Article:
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Record rise in Scottish winter deaths a bleak warning for rest of UK

Scotland's winter death toll last year was the highest for more than 30 years according to the National Records of Scotland (NRS).


Data shows there were 24,427 deaths registered in Scotland between December 2022 and March 2023 - 11% more than the previous winter and the highest since 1989-90.


The NPC now fears the Scottish increase might be an early indicator of a significant rise in the mortality rate for the rest of the UK, which the Office of National Statistics (ONS) are due to announce later this year.


NPC General Secretary Jan Shortt said: “The 2022-23 winter mortality rate figures from Scotland are shocking and do not bode well for the rest of the UK. We always feared this year’s figures would be worse than last year, right across the UK. We warned the government in January that urgent action would be needed to avoid unnecessary deaths. But little or nothing has been done.


“It is shameful that anyone should die from cold related illness in this country. However, the ongoing rise in the cost of living, rampant energy prices, and the continuing crisis in the NHS and social care are taking a toll of our oldest and most vulnerable. “


Record rise in Scottish winter deaths a bleak warning for rest of UK


The ONS figures are normally announced in November, but the last set were delayed until January of this year. NPC, alongside End Fuel Poverty Coalition, Unite the Union, Scottish Pensioners’ Forum and other groups will once again hold Winter Deaths protest marches in London and around the UK.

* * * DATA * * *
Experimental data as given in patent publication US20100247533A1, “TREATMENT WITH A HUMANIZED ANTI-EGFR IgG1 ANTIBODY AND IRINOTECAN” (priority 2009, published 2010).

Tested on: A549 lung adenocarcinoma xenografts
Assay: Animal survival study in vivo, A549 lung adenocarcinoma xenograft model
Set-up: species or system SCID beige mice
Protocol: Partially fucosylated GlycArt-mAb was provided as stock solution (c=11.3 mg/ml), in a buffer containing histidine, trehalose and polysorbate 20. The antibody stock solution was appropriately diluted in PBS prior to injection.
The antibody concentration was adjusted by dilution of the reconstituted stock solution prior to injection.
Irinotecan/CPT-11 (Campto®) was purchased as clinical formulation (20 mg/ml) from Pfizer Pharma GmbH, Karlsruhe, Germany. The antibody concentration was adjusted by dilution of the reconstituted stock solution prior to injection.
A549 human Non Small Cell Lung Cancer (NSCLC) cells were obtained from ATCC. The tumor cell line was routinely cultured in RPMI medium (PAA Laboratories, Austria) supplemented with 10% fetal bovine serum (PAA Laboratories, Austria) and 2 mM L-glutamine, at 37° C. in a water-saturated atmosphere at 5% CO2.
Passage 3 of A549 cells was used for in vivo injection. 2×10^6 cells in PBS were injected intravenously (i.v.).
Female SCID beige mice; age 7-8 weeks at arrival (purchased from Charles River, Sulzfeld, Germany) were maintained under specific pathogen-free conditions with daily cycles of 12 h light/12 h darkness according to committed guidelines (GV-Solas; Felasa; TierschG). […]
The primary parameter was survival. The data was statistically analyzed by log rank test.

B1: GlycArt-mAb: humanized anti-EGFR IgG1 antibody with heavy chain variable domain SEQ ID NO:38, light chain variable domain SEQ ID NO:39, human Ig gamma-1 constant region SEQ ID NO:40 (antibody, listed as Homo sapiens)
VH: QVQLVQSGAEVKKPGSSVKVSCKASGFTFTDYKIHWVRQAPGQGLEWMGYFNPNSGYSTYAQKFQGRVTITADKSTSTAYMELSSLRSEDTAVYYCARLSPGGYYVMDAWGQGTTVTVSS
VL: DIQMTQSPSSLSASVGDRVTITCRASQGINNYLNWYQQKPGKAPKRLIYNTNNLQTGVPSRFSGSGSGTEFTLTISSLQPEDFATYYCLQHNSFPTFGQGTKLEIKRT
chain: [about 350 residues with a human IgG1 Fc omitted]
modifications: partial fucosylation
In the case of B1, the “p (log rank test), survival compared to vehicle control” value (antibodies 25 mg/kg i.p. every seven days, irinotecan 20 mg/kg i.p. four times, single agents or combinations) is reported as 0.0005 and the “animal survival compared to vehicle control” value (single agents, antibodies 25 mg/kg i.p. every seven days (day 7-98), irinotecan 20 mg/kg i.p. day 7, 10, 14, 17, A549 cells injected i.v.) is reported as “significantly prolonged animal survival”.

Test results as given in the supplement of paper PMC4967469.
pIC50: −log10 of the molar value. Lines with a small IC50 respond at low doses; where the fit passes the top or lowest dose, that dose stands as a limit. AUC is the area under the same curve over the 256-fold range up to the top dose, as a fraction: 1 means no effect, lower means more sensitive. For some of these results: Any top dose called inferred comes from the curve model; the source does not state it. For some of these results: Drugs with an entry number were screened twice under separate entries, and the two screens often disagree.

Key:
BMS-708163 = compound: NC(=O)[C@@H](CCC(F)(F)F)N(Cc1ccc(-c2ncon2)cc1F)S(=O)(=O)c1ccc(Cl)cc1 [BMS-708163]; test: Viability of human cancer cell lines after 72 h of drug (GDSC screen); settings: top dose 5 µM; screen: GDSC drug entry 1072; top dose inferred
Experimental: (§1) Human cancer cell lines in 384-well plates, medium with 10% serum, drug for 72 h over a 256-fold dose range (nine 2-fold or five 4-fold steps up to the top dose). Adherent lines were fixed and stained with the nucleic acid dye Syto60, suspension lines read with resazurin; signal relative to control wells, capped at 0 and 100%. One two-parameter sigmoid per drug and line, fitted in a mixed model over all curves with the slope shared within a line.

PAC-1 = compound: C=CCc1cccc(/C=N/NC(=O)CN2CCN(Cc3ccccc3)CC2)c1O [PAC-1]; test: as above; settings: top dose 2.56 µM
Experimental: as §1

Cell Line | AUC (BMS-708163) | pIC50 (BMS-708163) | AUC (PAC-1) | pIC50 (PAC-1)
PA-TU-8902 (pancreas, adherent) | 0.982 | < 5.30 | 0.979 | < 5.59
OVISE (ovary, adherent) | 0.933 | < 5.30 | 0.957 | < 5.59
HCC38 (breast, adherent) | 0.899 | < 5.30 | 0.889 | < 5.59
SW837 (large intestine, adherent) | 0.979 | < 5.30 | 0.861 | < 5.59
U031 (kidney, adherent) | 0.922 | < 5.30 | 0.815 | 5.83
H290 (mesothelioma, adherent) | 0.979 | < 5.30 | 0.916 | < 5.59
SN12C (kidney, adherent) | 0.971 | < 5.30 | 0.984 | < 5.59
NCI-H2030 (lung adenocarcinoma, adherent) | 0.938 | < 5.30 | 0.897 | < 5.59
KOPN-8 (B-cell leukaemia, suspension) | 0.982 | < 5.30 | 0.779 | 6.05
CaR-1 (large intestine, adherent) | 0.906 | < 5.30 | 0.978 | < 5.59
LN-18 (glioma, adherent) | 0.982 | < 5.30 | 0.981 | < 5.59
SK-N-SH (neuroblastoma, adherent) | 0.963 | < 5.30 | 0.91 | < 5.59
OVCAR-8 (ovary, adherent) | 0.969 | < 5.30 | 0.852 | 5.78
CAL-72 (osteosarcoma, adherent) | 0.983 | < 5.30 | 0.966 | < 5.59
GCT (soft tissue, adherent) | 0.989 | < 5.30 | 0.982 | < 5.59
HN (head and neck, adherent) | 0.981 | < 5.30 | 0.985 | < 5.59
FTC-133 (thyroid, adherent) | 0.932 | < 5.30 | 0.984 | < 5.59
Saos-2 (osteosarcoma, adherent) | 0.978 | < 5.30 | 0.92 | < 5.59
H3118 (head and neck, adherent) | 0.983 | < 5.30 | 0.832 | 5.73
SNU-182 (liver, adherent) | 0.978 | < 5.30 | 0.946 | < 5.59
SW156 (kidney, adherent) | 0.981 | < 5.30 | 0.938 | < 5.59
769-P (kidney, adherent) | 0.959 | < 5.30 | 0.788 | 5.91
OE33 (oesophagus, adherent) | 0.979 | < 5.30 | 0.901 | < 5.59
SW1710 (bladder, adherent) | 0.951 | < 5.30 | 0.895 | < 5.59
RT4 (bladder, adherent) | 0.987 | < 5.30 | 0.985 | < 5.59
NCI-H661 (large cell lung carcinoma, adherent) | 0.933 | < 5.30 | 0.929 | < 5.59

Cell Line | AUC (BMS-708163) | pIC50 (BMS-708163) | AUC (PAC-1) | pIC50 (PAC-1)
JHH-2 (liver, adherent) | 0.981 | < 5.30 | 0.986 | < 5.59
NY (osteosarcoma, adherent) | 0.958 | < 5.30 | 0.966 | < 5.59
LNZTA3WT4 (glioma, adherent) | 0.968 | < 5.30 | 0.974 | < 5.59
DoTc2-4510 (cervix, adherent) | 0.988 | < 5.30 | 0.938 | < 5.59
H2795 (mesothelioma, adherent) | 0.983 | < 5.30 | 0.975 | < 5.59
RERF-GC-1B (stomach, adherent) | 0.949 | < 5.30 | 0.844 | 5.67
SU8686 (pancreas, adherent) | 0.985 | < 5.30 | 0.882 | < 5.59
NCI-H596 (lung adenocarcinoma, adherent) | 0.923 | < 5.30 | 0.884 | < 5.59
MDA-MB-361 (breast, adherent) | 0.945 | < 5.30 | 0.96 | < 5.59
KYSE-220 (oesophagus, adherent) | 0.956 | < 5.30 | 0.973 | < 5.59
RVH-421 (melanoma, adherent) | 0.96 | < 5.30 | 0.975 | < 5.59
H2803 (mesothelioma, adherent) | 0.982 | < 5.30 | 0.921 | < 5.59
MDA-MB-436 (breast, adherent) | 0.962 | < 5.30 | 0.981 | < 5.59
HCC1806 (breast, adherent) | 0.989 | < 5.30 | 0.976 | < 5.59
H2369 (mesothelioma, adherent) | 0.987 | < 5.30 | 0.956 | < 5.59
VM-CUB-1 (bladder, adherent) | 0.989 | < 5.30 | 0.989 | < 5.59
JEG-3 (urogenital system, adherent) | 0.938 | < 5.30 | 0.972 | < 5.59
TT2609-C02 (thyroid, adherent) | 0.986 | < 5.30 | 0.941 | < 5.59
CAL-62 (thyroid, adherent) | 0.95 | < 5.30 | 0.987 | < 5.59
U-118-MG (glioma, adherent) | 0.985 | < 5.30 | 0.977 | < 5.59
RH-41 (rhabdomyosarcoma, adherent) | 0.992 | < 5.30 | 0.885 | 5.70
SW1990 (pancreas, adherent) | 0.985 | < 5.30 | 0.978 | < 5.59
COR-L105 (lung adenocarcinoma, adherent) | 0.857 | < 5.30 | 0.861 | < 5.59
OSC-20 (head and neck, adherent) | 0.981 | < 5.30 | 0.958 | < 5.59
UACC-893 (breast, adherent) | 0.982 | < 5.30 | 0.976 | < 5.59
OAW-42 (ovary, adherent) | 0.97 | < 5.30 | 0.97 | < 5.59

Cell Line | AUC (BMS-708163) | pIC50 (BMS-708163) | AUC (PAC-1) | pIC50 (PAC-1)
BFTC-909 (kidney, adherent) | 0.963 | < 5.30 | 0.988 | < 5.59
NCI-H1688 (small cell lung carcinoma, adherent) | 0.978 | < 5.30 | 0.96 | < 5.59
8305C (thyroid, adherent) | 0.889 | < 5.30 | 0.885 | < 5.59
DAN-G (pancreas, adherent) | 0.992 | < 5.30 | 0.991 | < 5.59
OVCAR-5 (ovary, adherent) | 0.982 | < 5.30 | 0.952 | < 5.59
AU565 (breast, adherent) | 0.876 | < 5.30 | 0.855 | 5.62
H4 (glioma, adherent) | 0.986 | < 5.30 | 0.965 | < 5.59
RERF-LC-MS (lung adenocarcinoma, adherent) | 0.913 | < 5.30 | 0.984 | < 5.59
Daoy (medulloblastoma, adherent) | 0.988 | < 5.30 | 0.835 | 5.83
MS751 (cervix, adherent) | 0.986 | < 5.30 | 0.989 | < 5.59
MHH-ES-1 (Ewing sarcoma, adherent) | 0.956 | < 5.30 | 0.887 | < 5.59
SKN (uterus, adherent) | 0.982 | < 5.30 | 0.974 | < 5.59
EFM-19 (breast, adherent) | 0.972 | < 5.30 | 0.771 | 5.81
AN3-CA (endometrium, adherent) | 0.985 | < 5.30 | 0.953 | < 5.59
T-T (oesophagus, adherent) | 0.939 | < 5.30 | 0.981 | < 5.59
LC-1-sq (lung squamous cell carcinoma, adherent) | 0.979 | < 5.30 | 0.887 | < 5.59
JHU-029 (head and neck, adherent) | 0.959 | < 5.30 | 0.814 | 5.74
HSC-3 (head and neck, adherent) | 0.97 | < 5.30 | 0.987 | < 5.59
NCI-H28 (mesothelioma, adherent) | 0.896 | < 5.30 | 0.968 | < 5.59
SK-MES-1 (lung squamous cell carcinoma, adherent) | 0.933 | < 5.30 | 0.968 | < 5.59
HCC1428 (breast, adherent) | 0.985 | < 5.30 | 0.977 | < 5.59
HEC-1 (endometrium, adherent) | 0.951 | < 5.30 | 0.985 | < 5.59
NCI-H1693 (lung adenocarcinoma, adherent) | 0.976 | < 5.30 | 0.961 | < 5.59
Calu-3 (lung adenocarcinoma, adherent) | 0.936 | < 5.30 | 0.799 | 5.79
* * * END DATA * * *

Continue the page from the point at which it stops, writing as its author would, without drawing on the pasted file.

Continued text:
The NRS figures showed there were 4,137 additional winter deaths between December 2022 and March 2023 in Scotland - the seasonal increase in mortality that occurs between December and March. This is calculated by comparing the death total for this period with the average number of deaths for August to November and April to July - the two four-month periods immediately before and after the winter.


The latest seasonal increase in mortality was "considerably higher" for 2022-23 than the previous year, NRS said, but was lower than both the winters of 2017-18 and 2020-21.


In its annual flu report for the 2022 to 2023 flu season, the UK Health Security Agency (UKHSA) indicated that excess deaths in England associated with flu infection were higher (14,500) than the average figure (13,500) for the five years before the pandemic. This is the highest figure since the 2017 to 2018 season, when there were 22,500 excess deaths associated with flu. It is also the first time flu has been widespread since the COVID-19 pandemic began.


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